Whether you are headed off to college, or staying closer to home to attend classes, it’s time to think about college student banking.

Read on to learn more about what to look for in a student bank account, how to bank wisely and hopefully learn a few savings tips.

Choose the Best Bank for Your Needs

Try to open a student bank account before you get to campus. It will be one less thing to take care of during freshman orientation. Begin by assessing which banks have branches and ATMs near campus. Some may even be located on campus. This will come in handy if you need to visit the bank to deposit or withdraw money, or if you want to get money from an ATM without paying fees. You should also make sure the bank you select offers convenient features, like:

  • Online banking;
  • Mobile alerts;
  • Paperless statements;
  • Low fees; and/or
  • Special accounts and packages just for student banking.

Get a Student Checking Account

Your first student checking account should offer the convenience and benefits you want. It’s designed so you can easily perform transactions such as withdrawals, deposits and transfers daily. If you get a campus job or your parents send cash, put that into checking instead of keeping it in your wallet.

To access your student checking account, you’ll be given an ATM or debit card that you can use to make purchases, withdrawals. You can also write checks or consider applying for a credit card. You’ll receive monthly statements, which can help you manage your spending.

Look for Extra Features

On top of  paperless statements and an easy-to-use debit card, look for a student bank account that comes with other perks that could be handy:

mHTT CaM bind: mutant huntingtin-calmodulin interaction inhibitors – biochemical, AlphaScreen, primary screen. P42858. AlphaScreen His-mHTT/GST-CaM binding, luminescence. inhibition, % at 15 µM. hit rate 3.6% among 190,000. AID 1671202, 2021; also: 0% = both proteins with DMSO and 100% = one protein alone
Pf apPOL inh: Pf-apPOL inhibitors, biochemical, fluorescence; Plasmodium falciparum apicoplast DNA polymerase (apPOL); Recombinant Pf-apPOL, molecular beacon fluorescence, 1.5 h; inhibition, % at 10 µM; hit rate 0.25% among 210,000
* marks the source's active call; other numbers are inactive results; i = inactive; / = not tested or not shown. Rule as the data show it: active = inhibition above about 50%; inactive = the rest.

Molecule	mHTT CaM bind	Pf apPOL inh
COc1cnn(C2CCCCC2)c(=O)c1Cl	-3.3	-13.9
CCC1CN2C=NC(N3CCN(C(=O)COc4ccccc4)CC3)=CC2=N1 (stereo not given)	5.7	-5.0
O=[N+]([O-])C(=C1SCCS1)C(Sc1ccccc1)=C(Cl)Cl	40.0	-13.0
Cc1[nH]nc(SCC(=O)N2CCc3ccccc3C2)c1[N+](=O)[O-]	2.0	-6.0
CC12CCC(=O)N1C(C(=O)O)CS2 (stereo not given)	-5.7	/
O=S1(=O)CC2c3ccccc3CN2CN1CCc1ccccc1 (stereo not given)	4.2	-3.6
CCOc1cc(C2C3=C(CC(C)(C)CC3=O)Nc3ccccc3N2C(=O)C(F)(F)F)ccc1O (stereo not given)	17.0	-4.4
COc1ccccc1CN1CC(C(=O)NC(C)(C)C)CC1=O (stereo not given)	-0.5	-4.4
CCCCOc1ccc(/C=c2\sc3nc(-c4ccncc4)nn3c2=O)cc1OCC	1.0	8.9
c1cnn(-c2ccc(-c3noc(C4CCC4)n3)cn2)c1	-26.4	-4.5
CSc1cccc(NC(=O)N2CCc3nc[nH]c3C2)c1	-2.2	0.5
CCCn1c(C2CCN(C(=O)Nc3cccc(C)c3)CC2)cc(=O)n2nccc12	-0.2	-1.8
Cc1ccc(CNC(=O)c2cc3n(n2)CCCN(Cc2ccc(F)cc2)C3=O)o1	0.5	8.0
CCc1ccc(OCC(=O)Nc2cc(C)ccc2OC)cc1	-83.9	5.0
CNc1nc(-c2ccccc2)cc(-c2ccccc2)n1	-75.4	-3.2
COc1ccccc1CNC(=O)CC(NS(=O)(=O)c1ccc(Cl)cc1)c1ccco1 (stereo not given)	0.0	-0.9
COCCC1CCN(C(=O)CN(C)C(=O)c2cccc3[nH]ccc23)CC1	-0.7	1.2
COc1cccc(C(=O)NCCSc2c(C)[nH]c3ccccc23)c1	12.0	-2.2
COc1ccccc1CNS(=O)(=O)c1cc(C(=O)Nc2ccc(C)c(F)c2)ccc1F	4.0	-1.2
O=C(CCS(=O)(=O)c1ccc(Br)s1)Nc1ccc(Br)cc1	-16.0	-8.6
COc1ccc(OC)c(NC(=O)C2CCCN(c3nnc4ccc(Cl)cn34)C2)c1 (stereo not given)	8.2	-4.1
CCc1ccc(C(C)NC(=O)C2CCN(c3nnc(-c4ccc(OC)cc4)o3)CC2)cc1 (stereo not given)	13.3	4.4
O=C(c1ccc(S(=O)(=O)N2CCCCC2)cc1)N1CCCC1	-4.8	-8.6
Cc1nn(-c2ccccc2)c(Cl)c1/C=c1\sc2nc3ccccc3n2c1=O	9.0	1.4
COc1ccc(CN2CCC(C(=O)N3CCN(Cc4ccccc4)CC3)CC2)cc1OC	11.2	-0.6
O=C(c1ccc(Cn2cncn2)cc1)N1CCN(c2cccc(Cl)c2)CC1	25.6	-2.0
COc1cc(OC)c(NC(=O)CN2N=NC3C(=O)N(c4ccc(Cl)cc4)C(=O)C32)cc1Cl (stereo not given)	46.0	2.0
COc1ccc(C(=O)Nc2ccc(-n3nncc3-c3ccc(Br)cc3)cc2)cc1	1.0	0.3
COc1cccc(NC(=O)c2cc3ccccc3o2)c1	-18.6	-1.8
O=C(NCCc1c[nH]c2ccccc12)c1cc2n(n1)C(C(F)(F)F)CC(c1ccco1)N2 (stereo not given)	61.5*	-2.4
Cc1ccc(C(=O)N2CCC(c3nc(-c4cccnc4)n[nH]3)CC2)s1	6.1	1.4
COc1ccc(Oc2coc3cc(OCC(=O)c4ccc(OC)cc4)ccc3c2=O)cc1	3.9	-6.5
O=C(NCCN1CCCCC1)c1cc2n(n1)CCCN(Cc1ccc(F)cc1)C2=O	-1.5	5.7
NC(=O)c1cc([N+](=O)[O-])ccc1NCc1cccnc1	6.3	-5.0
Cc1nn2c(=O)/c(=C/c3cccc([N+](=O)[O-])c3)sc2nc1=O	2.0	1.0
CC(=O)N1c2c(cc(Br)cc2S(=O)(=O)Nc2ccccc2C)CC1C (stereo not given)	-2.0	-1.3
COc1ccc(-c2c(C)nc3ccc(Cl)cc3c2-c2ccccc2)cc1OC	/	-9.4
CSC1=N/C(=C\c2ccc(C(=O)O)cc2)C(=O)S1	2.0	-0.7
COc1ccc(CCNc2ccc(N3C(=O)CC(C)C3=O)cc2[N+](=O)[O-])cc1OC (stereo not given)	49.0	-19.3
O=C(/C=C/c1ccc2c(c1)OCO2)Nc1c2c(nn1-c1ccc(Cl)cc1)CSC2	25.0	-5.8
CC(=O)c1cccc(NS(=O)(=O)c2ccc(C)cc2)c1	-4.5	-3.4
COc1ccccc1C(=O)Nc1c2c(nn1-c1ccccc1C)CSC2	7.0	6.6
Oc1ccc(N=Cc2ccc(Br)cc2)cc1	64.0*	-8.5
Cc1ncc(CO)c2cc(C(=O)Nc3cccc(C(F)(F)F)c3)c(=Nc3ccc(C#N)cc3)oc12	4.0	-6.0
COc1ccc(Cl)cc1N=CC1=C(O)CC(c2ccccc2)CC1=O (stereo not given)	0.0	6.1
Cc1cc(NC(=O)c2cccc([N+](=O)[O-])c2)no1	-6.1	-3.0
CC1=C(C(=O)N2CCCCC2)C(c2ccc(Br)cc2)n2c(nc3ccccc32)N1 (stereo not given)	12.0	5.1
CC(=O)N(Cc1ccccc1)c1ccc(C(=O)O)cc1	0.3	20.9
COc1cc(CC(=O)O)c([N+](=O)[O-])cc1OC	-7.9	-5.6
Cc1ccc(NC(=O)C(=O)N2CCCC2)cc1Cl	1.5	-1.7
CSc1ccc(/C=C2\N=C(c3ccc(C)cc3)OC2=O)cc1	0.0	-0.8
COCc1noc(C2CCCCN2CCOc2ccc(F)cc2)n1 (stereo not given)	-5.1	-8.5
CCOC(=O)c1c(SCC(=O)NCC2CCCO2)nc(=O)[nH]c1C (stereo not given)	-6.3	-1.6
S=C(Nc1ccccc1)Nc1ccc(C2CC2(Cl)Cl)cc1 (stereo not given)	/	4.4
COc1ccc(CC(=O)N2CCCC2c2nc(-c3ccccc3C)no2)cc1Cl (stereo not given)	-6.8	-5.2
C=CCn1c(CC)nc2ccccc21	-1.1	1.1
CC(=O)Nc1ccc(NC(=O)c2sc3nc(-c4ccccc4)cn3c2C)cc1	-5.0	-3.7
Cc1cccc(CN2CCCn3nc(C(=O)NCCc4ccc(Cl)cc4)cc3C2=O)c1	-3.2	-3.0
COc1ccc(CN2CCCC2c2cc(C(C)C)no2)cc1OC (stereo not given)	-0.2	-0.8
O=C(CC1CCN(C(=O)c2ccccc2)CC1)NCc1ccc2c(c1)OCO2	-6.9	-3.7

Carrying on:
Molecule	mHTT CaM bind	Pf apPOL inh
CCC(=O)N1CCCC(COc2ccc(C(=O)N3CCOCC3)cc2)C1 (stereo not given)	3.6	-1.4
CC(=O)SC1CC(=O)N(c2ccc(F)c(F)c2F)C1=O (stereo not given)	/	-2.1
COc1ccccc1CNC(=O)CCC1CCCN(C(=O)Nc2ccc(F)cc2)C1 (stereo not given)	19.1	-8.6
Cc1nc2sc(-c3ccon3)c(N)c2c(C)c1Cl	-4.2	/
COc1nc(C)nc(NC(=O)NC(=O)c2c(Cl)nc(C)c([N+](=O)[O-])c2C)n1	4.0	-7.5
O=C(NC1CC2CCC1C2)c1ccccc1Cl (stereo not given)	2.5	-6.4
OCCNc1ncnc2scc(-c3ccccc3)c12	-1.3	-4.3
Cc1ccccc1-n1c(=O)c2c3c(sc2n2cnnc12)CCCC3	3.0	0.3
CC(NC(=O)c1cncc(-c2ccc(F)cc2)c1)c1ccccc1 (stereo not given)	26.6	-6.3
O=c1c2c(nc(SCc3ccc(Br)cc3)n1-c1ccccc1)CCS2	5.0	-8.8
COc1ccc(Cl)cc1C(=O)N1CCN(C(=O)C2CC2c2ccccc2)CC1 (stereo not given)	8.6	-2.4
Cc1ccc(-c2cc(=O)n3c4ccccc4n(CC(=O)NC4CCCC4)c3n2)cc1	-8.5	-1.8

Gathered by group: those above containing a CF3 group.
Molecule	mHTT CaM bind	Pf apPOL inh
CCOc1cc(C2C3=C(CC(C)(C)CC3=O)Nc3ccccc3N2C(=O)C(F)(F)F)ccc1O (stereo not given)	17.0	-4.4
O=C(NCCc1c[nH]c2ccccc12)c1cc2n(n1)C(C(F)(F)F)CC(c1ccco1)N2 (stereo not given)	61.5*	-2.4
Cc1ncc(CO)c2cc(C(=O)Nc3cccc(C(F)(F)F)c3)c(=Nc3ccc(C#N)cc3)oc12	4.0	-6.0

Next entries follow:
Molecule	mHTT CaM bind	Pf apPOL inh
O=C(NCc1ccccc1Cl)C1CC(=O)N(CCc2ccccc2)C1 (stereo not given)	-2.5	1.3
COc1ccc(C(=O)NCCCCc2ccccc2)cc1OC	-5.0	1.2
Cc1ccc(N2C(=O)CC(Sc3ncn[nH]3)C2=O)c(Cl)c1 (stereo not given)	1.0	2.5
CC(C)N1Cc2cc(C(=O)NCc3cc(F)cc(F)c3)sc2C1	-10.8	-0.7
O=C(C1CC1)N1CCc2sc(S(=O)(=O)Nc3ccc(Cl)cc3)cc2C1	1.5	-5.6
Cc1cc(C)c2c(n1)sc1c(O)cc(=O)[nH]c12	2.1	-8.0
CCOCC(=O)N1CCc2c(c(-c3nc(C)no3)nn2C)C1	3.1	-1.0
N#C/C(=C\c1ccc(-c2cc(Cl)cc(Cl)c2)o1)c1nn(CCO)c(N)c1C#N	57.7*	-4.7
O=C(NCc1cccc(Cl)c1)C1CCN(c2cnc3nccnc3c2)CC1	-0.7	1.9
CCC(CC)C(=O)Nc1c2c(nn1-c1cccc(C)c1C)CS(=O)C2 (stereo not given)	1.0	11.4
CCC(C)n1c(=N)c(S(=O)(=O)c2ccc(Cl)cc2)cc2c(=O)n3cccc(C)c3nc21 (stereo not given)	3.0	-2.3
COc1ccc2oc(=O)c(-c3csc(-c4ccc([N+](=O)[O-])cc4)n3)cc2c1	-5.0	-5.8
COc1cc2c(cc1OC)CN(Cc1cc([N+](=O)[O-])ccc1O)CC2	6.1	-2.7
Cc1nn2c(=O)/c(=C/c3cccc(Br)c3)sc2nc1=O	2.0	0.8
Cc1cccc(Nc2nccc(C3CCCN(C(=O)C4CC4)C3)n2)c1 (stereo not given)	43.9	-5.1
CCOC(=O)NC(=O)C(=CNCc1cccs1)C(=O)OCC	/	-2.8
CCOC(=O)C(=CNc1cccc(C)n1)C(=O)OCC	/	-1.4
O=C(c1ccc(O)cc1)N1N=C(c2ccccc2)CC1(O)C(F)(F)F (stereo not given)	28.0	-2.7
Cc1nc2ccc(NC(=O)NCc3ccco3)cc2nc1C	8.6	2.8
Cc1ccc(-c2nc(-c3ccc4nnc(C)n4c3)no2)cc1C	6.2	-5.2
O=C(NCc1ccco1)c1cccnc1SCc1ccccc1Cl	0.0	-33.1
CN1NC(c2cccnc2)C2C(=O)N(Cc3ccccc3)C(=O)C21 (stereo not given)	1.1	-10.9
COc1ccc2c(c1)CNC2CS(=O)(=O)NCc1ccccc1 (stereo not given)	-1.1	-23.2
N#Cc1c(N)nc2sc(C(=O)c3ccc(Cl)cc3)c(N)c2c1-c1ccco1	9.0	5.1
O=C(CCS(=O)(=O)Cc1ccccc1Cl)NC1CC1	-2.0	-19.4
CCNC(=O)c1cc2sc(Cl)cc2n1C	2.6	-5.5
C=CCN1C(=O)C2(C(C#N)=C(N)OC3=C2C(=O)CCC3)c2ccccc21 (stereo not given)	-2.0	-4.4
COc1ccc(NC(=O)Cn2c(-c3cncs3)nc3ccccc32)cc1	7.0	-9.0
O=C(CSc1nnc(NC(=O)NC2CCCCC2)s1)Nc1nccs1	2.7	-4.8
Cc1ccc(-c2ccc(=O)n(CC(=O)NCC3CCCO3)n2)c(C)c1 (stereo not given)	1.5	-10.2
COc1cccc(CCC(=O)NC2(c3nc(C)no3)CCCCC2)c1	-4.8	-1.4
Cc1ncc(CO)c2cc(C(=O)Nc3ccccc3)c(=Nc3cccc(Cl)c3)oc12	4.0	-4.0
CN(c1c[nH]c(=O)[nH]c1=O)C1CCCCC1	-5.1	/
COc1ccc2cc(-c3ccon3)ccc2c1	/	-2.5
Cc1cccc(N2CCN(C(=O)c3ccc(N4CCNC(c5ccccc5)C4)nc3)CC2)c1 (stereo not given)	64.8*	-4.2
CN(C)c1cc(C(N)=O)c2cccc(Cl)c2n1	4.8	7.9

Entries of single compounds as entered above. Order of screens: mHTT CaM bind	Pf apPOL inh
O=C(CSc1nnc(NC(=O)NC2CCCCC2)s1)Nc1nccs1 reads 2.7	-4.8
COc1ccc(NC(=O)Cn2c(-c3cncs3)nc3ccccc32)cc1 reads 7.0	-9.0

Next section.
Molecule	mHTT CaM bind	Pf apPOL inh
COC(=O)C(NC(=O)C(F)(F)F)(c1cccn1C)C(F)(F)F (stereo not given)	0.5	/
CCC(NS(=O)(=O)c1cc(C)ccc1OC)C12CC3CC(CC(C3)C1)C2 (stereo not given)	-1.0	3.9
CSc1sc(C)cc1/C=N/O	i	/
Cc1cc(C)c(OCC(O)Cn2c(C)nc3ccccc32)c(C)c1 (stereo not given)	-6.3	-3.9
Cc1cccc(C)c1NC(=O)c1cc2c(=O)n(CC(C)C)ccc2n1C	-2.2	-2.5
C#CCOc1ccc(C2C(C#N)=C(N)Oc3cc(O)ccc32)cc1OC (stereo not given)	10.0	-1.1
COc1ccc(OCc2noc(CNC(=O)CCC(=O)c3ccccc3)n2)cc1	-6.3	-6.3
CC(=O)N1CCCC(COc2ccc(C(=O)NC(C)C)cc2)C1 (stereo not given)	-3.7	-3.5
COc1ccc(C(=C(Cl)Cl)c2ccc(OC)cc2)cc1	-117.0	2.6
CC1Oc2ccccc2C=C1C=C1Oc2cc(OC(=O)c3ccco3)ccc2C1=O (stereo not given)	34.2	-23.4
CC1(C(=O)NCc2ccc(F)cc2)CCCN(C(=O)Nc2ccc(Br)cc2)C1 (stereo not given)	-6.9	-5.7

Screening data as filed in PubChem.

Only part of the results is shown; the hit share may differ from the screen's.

• See if you can sign up for mobile alerts when your balance gets low;
  • Find out if the account makes you eligible for student discounts at places like restaurants or movie theaters;
  • Ask about cash back rewards, and/or;
  • Make sure you will have 24/7 live support.

Start a Savings Account

One of the best savings tips for students is to begin saving immediately. Even though you may not be have a job or aren’t earning much money from other projects, you can still set some aside for an emergency.

Once you have your savings account open, you can easily transfer money from your checking account. If you have a steady income, you can set up automatic transfers from checking into savings. Even if it’s only a small amount per week, it will add up.

Think About Budgeting

While budgeting may not be on your mind now, some basic tips may help you in the long run. For example, avoid opening credit cards if you’re not making any money. Maxing out a credit card is an easy thing to do, and tempting.  For example, if you catch a movie a few times a month, hit the local campus hot spot for lunch, or stop for coffee every morning at the corner coffee shop, these things add up fast on the credit card.

Another budgeting tip is to go the cheaper route when hunting for things to do. Look for coupons online or sign up for email discount lists so you can buy the things you want for less. Many discounts are available just to students, so be sure you always have your student ID on hand.

Now that you are armed with these tips, opening, starting and/or maintaining a bank account/checking account while in college can be a breeze.